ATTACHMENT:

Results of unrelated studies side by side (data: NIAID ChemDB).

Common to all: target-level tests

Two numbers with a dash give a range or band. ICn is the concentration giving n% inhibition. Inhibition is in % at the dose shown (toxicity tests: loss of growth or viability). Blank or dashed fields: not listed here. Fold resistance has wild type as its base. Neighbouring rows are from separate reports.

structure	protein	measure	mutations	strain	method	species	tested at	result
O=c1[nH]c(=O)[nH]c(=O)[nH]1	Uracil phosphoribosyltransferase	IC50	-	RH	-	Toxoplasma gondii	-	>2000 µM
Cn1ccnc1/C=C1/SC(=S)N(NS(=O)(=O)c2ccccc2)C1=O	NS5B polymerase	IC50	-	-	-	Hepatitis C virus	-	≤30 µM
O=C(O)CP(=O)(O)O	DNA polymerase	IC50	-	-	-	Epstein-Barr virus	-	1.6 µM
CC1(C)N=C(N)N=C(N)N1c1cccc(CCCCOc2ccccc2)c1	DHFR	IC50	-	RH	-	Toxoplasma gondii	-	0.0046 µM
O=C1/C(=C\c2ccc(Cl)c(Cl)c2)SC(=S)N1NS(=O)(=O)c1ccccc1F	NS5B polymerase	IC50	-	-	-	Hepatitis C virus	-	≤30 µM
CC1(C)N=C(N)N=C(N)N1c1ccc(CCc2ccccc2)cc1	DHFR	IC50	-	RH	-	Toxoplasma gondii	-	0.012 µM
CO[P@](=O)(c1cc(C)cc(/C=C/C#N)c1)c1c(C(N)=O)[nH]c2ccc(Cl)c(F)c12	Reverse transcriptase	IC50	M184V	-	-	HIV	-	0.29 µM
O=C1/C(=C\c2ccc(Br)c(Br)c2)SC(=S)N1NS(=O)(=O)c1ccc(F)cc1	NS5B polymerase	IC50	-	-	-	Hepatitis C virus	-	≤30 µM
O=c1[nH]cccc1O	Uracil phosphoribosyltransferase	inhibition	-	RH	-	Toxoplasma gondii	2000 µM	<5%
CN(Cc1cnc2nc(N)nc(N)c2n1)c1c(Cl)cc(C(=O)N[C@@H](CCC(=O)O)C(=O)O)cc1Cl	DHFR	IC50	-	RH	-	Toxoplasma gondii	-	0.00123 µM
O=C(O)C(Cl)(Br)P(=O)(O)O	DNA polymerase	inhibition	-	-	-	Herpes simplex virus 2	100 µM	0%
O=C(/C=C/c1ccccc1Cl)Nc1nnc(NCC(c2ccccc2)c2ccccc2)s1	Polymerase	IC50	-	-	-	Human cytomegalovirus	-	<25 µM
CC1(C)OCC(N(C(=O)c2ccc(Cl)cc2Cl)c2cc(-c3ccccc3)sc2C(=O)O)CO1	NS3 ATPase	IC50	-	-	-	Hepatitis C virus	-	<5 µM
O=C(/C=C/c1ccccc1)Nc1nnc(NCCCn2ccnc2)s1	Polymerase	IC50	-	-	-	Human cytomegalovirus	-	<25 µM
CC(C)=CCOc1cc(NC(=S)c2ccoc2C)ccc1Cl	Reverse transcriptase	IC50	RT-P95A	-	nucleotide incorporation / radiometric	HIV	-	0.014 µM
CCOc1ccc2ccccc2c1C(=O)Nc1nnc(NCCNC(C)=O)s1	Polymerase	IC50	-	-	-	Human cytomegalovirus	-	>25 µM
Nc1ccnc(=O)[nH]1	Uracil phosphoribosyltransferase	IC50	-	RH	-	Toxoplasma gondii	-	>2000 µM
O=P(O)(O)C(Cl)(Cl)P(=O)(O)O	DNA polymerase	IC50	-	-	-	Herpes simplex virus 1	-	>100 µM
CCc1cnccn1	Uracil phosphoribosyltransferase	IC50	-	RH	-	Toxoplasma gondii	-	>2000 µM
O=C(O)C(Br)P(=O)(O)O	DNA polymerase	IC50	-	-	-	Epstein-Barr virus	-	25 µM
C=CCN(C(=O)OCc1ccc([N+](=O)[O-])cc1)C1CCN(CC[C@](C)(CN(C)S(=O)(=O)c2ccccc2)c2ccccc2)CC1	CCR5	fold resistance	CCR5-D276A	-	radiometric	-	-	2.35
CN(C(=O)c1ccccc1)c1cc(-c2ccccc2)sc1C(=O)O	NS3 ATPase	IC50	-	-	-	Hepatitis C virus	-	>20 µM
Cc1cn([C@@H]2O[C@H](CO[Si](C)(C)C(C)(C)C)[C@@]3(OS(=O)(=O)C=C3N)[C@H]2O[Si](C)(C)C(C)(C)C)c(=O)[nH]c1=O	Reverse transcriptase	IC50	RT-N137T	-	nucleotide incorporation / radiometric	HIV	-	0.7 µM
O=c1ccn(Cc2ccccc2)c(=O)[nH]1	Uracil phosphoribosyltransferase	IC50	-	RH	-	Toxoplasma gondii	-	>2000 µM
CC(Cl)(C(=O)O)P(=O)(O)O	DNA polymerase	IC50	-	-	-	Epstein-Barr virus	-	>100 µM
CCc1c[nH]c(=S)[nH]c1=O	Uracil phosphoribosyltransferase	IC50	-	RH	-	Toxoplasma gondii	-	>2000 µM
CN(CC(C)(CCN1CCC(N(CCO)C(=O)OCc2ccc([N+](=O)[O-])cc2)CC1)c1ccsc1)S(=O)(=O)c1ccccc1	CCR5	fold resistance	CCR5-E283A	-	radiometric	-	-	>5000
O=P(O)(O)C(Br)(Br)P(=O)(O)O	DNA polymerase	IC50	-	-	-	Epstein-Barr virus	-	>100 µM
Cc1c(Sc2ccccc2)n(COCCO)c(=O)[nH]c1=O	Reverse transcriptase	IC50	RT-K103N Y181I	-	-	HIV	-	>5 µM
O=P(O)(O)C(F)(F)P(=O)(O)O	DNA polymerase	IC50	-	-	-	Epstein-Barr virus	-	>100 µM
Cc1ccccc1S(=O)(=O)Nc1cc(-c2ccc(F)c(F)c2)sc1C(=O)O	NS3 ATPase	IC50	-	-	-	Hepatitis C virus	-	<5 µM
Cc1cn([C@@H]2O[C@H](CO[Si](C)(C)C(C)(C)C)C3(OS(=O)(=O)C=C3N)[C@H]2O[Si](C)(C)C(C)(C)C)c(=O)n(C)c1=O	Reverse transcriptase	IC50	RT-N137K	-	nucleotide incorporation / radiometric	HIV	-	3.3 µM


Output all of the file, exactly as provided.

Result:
Results of unrelated studies side by side (data: NIAID ChemDB).

Common to all: target-level tests

Two numbers with a dash give a range or band. ICn is the concentration giving n% inhibition. Inhibition is in % at the dose shown (toxicity tests: loss of growth or viability). Blank or dashed fields: not listed here. Fold resistance has wild type as its base. Neighbouring rows are from separate reports.

structure	protein	measure	mutations	strain	method	species	tested at	result
O=c1[nH]c(=O)[nH]c(=O)[nH]1	Uracil phosphoribosyltransferase	IC50	-	RH	-	Toxoplasma gondii	-	>2000 µM
Cn1ccnc1/C=C1/SC(=S)N(NS(=O)(=O)c2ccccc2)C1=O	NS5B polymerase	IC50	-	-	-	Hepatitis C virus	-	≤30 µM
O=C(O)CP(=O)(O)O	DNA polymerase	IC50	-	-	-	Epstein-Barr virus	-	1.6 µM
CC1(C)N=C(N)N=C(N)N1c1cccc(CCCCOc2ccccc2)c1	DHFR	IC50	-	RH	-	Toxoplasma gondii	-	0.0046 µM
O=C1/C(=C\c2ccc(Cl)c(Cl)c2)SC(=S)N1NS(=O)(=O)c1ccccc1F	NS5B polymerase	IC50	-	-	-	Hepatitis C virus	-	≤30 µM
CC1(C)N=C(N)N=C(N)N1c1ccc(CCc2ccccc2)cc1	DHFR	IC50	-	RH	-	Toxoplasma gondii	-	0.012 µM
CO[P@](=O)(c1cc(C)cc(/C=C/C#N)c1)c1c(C(N)=O)[nH]c2ccc(Cl)c(F)c12	Reverse transcriptase	IC50	M184V	-	-	HIV	-	0.29 µM
O=C1/C(=C\c2ccc(Br)c(Br)c2)SC(=S)N1NS(=O)(=O)c1ccc(F)cc1	NS5B polymerase	IC50	-	-	-	Hepatitis C virus	-	≤30 µM
O=c1[nH]cccc1O	Uracil phosphoribosyltransferase	inhibition	-	RH	-	Toxoplasma gondii	2000 µM	<5%
CN(Cc1cnc2nc(N)nc(N)c2n1)c1c(Cl)cc(C(=O)N[C@@H](CCC(=O)O)C(=O)O)cc1Cl	DHFR	IC50	-	RH	-	Toxoplasma gondii	-	0.00123 µM
O=C(O)C(Cl)(Br)P(=O)(O)O	DNA polymerase	inhibition	-	-	-	Herpes simplex virus 2	100 µM	0%
O=C(/C=C/c1ccccc1Cl)Nc1nnc(NCC(c2ccccc2)c2ccccc2)s1	Polymerase	IC50	-	-	-	Human cytomegalovirus	-	<25 µM
CC1(C)OCC(N(C(=O)c2ccc(Cl)cc2Cl)c2cc(-c3ccccc3)sc2C(=O)O)CO1	NS3 ATPase	IC50	-	-	-	Hepatitis C virus	-	<5 µM
O=C(/C=C/c1ccccc1)Nc1nnc(NCCCn2ccnc2)s1	Polymerase	IC50	-	-	-	Human cytomegalovirus	-	<25 µM
CC(C)=CCOc1cc(NC(=S)c2ccoc2C)ccc1Cl	Reverse transcriptase	IC50	RT-P95A	-	nucleotide incorporation / radiometric	HIV	-	0.014 µM
CCOc1ccc2ccccc2c1C(=O)Nc1nnc(NCCNC(C)=O)s1	Polymerase	IC50	-	-	-	Human cytomegalovirus	-	>25 µM
Nc1ccnc(=O)[nH]1	Uracil phosphoribosyltransferase	IC50	-	RH	-	Toxoplasma gondii	-	>2000 µM
O=P(O)(O)C(Cl)(Cl)P(=O)(O)O	DNA polymerase	IC50	-	-	-	Herpes simplex virus 1	-	>100 µM
CCc1cnccn1	Uracil phosphoribosyltransferase	IC50	-	RH	-	Toxoplasma gondii	-	>2000 µM
O=C(O)C(Br)P(=O)(O)O	DNA polymerase	IC50	-	-	-	Epstein-Barr virus	-	25 µM
C=CCN(C(=O)OCc1ccc([N+](=O)[O-])cc1)C1CCN(CC[C@](C)(CN(C)S(=O)(=O)c2ccccc2)c2ccccc2)CC1	CCR5	fold resistance	CCR5-D276A	-	radiometric	-	-	2.35
CN(C(=O)c1ccccc1)c1cc(-c2ccccc2)sc1C(=O)O	NS3 ATPase	IC50	-	-	-	Hepatitis C virus	-	>20 µM
Cc1cn([C@@H]2O[C@H](CO[Si](C)(C)C(C)(C)C)[C@@]3(OS(=O)(=O)C=C3N)[C@H]2O[Si](C)(C)C(C)(C)C)c(=O)[nH]c1=O	Reverse transcriptase	IC50	RT-N137T	-	nucleotide incorporation / radiometric	HIV	-	0.7 µM
O=c1ccn(Cc2ccccc2)c(=O)[nH]1	Uracil phosphoribosyltransferase	IC50	-	RH	-	Toxoplasma gondii	-	>2000 µM
CC(Cl)(C(=O)O)P(=O)(O)O	DNA polymerase	IC50	-	-	-	Epstein-Barr virus	-	>100 µM
CCc1c[nH]c(=S)[nH]c1=O	Uracil phosphoribosyltransferase	IC50	-	RH	-	Toxoplasma gondii	-	>2000 µM
CN(CC(C)(CCN1CCC(N(CCO)C(=O)OCc2ccc([N+](=O)[O-])cc2)CC1)c1ccsc1)S(=O)(=O)c1ccccc1	CCR5	fold resistance	CCR5-E283A	-	radiometric	-	-	>5000
O=P(O)(O)C(Br)(Br)P(=O)(O)O	DNA polymerase	IC50	-	-	-	Epstein-Barr virus	-	>100 µM
Cc1c(Sc2ccccc2)n(COCCO)c(=O)[nH]c1=O	Reverse transcriptase	IC50	RT-K103N Y181I	-	-	HIV	-	>5 µM
O=P(O)(O)C(F)(F)P(=O)(O)O	DNA polymerase	IC50	-	-	-	Epstein-Barr virus	-	>100 µM
Cc1ccccc1S(=O)(=O)Nc1cc(-c2ccc(F)c(F)c2)sc1C(=O)O	NS3 ATPase	IC50	-	-	-	Hepatitis C virus	-	<5 µM
Cc1cn([C@@H]2O[C@H](CO[Si](C)(C)C(C)(C)C)C3(OS(=O)(=O)C=C3N)[C@H]2O[Si](C)(C)C(C)(C)C)c(=O)n(C)c1=O	Reverse transcriptase	IC50	RT-N137K	-	nucleotide incorporation / radiometric	HIV	-	3.3 µM